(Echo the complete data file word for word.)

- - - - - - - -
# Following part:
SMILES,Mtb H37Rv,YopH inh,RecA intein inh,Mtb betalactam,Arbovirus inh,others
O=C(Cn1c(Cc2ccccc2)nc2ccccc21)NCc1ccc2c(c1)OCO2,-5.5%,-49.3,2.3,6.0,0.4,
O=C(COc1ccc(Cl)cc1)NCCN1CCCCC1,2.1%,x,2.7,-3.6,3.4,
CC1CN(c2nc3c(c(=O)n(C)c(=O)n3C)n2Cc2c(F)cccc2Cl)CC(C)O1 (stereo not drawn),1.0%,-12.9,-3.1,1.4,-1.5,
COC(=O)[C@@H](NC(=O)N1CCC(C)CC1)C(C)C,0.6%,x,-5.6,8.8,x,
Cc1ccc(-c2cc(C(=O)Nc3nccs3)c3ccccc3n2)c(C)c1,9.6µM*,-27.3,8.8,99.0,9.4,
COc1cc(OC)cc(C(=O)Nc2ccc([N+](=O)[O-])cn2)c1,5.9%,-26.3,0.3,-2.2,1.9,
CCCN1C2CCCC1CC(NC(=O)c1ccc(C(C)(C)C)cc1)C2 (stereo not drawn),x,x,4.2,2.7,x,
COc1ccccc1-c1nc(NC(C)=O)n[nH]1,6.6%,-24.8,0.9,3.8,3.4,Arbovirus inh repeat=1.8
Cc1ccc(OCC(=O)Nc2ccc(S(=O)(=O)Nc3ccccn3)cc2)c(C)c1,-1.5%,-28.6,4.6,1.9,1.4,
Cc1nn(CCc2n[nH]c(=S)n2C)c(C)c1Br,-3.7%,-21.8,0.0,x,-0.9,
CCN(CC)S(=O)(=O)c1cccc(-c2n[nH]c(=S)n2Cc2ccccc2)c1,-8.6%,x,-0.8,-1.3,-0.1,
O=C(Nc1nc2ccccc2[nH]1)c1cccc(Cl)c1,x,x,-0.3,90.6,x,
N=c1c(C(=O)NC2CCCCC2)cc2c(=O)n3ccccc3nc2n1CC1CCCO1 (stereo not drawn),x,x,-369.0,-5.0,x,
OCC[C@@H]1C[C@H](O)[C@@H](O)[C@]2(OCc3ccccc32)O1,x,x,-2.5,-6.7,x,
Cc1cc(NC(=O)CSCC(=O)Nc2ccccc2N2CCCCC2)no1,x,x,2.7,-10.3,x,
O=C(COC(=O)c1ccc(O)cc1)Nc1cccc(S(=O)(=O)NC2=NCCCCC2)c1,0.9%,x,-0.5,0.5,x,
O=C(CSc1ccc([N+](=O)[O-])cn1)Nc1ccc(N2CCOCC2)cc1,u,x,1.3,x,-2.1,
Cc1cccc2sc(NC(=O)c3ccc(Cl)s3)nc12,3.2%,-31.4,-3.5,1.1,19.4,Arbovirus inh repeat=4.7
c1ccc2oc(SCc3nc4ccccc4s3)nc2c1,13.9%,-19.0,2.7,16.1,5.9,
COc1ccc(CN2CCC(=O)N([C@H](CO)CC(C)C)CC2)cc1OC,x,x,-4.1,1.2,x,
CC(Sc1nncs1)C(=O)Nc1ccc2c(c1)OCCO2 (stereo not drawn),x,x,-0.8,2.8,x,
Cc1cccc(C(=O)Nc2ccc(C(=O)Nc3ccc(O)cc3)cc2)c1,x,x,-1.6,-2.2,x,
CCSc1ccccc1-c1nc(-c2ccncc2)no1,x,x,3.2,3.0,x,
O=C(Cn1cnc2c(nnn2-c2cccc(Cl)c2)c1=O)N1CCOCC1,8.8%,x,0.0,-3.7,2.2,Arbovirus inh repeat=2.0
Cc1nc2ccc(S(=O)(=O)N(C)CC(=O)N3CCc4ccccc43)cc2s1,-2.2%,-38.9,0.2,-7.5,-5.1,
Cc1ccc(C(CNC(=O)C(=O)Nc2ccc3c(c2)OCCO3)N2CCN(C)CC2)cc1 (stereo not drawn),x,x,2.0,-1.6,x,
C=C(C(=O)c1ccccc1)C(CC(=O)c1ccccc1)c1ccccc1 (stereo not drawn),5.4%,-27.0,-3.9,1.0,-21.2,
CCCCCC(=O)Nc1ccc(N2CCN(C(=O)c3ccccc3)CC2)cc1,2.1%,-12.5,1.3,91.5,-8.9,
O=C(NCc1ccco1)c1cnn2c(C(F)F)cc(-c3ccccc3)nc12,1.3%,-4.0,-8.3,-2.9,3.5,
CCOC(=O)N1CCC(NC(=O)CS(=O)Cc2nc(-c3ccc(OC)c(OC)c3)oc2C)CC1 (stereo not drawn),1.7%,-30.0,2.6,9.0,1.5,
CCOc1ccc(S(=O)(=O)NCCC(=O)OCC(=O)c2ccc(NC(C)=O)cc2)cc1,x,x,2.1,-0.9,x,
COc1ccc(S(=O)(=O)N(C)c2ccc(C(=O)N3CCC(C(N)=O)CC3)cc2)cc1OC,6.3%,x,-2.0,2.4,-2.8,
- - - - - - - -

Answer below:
# Following part:
SMILES,Mtb H37Rv,YopH inh,RecA intein inh,Mtb betalactam,Arbovirus inh,others
O=C(Cn1c(Cc2ccccc2)nc2ccccc21)NCc1ccc2c(c1)OCO2,-5.5%,-49.3,2.3,6.0,0.4,
O=C(COc1ccc(Cl)cc1)NCCN1CCCCC1,2.1%,x,2.7,-3.6,3.4,
CC1CN(c2nc3c(c(=O)n(C)c(=O)n3C)n2Cc2c(F)cccc2Cl)CC(C)O1 (stereo not drawn),1.0%,-12.9,-3.1,1.4,-1.5,
COC(=O)[C@@H](NC(=O)N1CCC(C)CC1)C(C)C,0.6%,x,-5.6,8.8,x,
Cc1ccc(-c2cc(C(=O)Nc3nccs3)c3ccccc3n2)c(C)c1,9.6µM*,-27.3,8.8,99.0,9.4,
COc1cc(OC)cc(C(=O)Nc2ccc([N+](=O)[O-])cn2)c1,5.9%,-26.3,0.3,-2.2,1.9,
CCCN1C2CCCC1CC(NC(=O)c1ccc(C(C)(C)C)cc1)C2 (stereo not drawn),x,x,4.2,2.7,x,
COc1ccccc1-c1nc(NC(C)=O)n[nH]1,6.6%,-24.8,0.9,3.8,3.4,Arbovirus inh repeat=1.8
Cc1ccc(OCC(=O)Nc2ccc(S(=O)(=O)Nc3ccccn3)cc2)c(C)c1,-1.5%,-28.6,4.6,1.9,1.4,
Cc1nn(CCc2n[nH]c(=S)n2C)c(C)c1Br,-3.7%,-21.8,0.0,x,-0.9,
CCN(CC)S(=O)(=O)c1cccc(-c2n[nH]c(=S)n2Cc2ccccc2)c1,-8.6%,x,-0.8,-1.3,-0.1,
O=C(Nc1nc2ccccc2[nH]1)c1cccc(Cl)c1,x,x,-0.3,90.6,x,
N=c1c(C(=O)NC2CCCCC2)cc2c(=O)n3ccccc3nc2n1CC1CCCO1 (stereo not drawn),x,x,-369.0,-5.0,x,
OCC[C@@H]1C[C@H](O)[C@@H](O)[C@]2(OCc3ccccc32)O1,x,x,-2.5,-6.7,x,
Cc1cc(NC(=O)CSCC(=O)Nc2ccccc2N2CCCCC2)no1,x,x,2.7,-10.3,x,
O=C(COC(=O)c1ccc(O)cc1)Nc1cccc(S(=O)(=O)NC2=NCCCCC2)c1,0.9%,x,-0.5,0.5,x,
O=C(CSc1ccc([N+](=O)[O-])cn1)Nc1ccc(N2CCOCC2)cc1,u,x,1.3,x,-2.1,
Cc1cccc2sc(NC(=O)c3ccc(Cl)s3)nc12,3.2%,-31.4,-3.5,1.1,19.4,Arbovirus inh repeat=4.7
c1ccc2oc(SCc3nc4ccccc4s3)nc2c1,13.9%,-19.0,2.7,16.1,5.9,
COc1ccc(CN2CCC(=O)N([C@H](CO)CC(C)C)CC2)cc1OC,x,x,-4.1,1.2,x,
CC(Sc1nncs1)C(=O)Nc1ccc2c(c1)OCCO2 (stereo not drawn),x,x,-0.8,2.8,x,
Cc1cccc(C(=O)Nc2ccc(C(=O)Nc3ccc(O)cc3)cc2)c1,x,x,-1.6,-2.2,x,
CCSc1ccccc1-c1nc(-c2ccncc2)no1,x,x,3.2,3.0,x,
O=C(Cn1cnc2c(nnn2-c2cccc(Cl)c2)c1=O)N1CCOCC1,8.8%,x,0.0,-3.7,2.2,Arbovirus inh repeat=2.0
Cc1nc2ccc(S(=O)(=O)N(C)CC(=O)N3CCc4ccccc43)cc2s1,-2.2%,-38.9,0.2,-7.5,-5.1,
Cc1ccc(C(CNC(=O)C(=O)Nc2ccc3c(c2)OCCO3)N2CCN(C)CC2)cc1 (stereo not drawn),x,x,2.0,-1.6,x,
C=C(C(=O)c1ccccc1)C(CC(=O)c1ccccc1)c1ccccc1 (stereo not drawn),5.4%,-27.0,-3.9,1.0,-21.2,
CCCCCC(=O)Nc1ccc(N2CCN(C(=O)c3ccccc3)CC2)cc1,2.1%,-12.5,1.3,91.5,-8.9,
O=C(NCc1ccco1)c1cnn2c(C(F)F)cc(-c3ccccc3)nc12,1.3%,-4.0,-8.3,-2.9,3.5,
CCOC(=O)N1CCC(NC(=O)CS(=O)Cc2nc(-c3ccc(OC)c(OC)c3)oc2C)CC1 (stereo not drawn),1.7%,-30.0,2.6,9.0,1.5,
CCOc1ccc(S(=O)(=O)NCCC(=O)OCC(=O)c2ccc(NC(C)=O)cc2)cc1,x,x,2.1,-0.9,x,
COc1ccc(S(=O)(=O)N(C)c2ccc(C(=O)N3CCC(C(N)=O)CC3)cc2)cc1OC,6.3%,x,-2.0,2.4,-2.8,